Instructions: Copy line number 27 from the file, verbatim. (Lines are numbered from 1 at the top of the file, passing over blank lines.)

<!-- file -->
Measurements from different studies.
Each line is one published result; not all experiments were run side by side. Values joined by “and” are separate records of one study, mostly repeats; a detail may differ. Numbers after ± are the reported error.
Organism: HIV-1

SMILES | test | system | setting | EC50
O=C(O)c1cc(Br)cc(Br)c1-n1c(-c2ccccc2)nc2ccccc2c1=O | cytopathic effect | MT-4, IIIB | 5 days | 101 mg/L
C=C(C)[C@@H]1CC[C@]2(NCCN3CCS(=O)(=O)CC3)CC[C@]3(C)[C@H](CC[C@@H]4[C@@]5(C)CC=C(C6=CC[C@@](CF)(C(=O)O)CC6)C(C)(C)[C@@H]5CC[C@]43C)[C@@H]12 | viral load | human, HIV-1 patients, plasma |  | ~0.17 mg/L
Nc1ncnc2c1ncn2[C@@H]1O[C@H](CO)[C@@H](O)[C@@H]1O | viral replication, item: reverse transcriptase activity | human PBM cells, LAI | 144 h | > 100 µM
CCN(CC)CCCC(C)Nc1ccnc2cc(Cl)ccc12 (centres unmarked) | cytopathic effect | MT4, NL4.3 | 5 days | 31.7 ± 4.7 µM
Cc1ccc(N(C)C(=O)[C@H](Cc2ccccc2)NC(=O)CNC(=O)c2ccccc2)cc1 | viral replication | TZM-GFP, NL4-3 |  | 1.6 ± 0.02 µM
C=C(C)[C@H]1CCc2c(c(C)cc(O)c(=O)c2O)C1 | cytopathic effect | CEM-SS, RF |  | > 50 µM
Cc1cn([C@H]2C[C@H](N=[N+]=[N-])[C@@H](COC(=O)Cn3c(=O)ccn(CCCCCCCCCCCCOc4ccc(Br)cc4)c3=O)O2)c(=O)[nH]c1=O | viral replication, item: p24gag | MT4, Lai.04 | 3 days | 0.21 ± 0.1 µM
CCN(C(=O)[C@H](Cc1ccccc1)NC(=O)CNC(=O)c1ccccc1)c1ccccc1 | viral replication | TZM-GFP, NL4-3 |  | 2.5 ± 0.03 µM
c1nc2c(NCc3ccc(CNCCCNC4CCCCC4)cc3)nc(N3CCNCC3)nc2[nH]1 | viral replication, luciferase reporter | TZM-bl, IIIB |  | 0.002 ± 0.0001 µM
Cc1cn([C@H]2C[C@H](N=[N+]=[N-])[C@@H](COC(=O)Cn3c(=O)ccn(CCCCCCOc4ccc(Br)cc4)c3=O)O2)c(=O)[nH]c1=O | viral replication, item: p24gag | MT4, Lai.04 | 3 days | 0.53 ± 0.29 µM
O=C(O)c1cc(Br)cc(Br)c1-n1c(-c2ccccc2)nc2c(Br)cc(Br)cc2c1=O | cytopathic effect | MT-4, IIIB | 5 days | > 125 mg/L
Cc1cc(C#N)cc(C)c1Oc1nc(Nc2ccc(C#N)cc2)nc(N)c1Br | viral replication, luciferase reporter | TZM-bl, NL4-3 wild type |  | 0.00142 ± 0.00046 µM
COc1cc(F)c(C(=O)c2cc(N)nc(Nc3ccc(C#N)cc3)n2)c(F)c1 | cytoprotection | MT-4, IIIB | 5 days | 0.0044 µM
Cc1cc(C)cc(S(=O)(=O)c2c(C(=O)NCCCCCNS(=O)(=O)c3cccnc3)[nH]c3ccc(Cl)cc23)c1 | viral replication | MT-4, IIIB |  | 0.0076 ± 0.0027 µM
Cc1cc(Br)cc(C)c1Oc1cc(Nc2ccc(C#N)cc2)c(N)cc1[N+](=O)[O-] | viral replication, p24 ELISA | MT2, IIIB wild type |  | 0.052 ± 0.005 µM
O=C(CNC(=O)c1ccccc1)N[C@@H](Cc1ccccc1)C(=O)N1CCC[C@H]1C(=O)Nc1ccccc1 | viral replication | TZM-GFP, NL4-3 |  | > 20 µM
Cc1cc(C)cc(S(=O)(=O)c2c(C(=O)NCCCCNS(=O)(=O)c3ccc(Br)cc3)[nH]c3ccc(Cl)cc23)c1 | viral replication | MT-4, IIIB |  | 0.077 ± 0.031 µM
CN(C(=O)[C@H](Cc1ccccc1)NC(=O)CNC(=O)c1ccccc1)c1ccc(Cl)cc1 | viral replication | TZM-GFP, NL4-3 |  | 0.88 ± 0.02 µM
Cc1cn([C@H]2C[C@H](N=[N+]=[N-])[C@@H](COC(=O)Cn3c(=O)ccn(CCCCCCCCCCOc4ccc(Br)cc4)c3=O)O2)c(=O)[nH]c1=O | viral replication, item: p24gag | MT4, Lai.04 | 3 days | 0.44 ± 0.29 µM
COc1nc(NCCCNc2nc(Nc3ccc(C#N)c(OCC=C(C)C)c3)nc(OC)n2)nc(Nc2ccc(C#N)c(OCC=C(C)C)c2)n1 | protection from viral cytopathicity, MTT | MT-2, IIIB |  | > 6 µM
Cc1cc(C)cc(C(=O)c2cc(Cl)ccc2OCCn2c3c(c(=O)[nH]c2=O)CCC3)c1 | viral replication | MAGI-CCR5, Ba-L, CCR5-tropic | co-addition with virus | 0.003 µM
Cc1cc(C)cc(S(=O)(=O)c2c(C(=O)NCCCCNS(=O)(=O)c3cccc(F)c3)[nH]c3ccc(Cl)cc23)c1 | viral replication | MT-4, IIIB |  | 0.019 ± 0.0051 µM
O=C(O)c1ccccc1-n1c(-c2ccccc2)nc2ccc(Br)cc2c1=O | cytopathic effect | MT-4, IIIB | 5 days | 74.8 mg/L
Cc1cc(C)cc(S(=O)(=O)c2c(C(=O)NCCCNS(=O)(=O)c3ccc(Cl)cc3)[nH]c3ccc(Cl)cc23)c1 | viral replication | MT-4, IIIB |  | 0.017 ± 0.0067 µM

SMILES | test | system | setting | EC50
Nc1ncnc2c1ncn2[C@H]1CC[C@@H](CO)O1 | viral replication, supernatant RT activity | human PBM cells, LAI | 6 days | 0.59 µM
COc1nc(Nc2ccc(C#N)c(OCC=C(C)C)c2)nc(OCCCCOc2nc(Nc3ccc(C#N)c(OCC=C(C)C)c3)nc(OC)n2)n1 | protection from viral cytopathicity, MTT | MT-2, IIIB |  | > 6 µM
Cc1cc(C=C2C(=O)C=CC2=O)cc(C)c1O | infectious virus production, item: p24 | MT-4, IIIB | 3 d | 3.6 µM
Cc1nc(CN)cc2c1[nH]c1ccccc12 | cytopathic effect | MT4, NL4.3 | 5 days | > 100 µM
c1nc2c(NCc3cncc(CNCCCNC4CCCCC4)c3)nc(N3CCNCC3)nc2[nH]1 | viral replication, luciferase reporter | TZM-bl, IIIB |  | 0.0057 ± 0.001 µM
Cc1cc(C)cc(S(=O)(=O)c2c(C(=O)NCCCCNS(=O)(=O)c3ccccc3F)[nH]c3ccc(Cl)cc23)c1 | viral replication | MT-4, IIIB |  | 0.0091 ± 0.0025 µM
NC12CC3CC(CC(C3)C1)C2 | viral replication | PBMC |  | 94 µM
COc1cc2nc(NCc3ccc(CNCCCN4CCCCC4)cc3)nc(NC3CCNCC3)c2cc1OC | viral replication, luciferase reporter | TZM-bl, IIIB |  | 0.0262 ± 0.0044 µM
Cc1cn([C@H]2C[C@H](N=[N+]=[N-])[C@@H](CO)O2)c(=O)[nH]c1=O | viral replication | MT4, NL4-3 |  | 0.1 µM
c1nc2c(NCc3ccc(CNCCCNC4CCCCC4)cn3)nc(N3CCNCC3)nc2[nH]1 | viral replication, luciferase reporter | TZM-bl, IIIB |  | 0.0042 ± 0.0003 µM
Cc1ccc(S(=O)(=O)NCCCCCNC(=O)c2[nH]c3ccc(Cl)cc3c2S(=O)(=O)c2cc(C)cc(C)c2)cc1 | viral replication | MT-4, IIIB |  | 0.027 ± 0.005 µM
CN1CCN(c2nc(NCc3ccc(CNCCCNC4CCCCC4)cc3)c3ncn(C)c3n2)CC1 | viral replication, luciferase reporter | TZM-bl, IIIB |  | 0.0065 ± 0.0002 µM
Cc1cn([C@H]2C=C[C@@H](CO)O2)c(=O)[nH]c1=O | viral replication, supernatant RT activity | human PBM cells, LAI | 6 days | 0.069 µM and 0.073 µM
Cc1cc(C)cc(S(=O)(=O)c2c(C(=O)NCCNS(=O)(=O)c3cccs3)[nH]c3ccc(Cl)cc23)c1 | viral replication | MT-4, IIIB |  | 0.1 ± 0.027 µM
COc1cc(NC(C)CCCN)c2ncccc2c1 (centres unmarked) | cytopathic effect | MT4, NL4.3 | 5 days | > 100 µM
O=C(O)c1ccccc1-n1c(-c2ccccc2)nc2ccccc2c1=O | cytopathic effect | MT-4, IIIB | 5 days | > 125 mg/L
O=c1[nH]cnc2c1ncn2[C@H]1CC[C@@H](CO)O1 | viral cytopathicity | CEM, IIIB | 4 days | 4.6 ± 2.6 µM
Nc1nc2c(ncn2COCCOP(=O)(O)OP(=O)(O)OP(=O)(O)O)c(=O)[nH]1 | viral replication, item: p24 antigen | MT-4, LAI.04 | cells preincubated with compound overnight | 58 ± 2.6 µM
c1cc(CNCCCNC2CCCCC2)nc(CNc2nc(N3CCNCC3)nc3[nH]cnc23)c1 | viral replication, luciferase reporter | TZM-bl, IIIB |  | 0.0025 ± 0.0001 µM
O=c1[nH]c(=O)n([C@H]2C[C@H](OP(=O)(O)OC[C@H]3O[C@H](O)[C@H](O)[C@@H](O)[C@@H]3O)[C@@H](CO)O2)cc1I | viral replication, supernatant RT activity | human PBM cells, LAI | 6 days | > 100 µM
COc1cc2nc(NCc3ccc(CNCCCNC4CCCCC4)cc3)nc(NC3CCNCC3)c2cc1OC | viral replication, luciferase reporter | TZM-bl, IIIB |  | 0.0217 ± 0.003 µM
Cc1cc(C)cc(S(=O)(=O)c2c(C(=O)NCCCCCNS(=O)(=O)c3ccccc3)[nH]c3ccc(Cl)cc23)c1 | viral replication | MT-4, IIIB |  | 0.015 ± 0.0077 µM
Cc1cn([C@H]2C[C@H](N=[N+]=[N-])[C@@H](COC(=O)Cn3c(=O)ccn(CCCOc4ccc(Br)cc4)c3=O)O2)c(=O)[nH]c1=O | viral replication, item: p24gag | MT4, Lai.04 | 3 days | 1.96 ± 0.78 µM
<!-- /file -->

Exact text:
O=C(O)c1ccccc1-n1c(-c2ccccc2)nc2ccc(Br)cc2c1=O | cytopathic effect | MT-4, IIIB | 5 days | 74.8 mg/L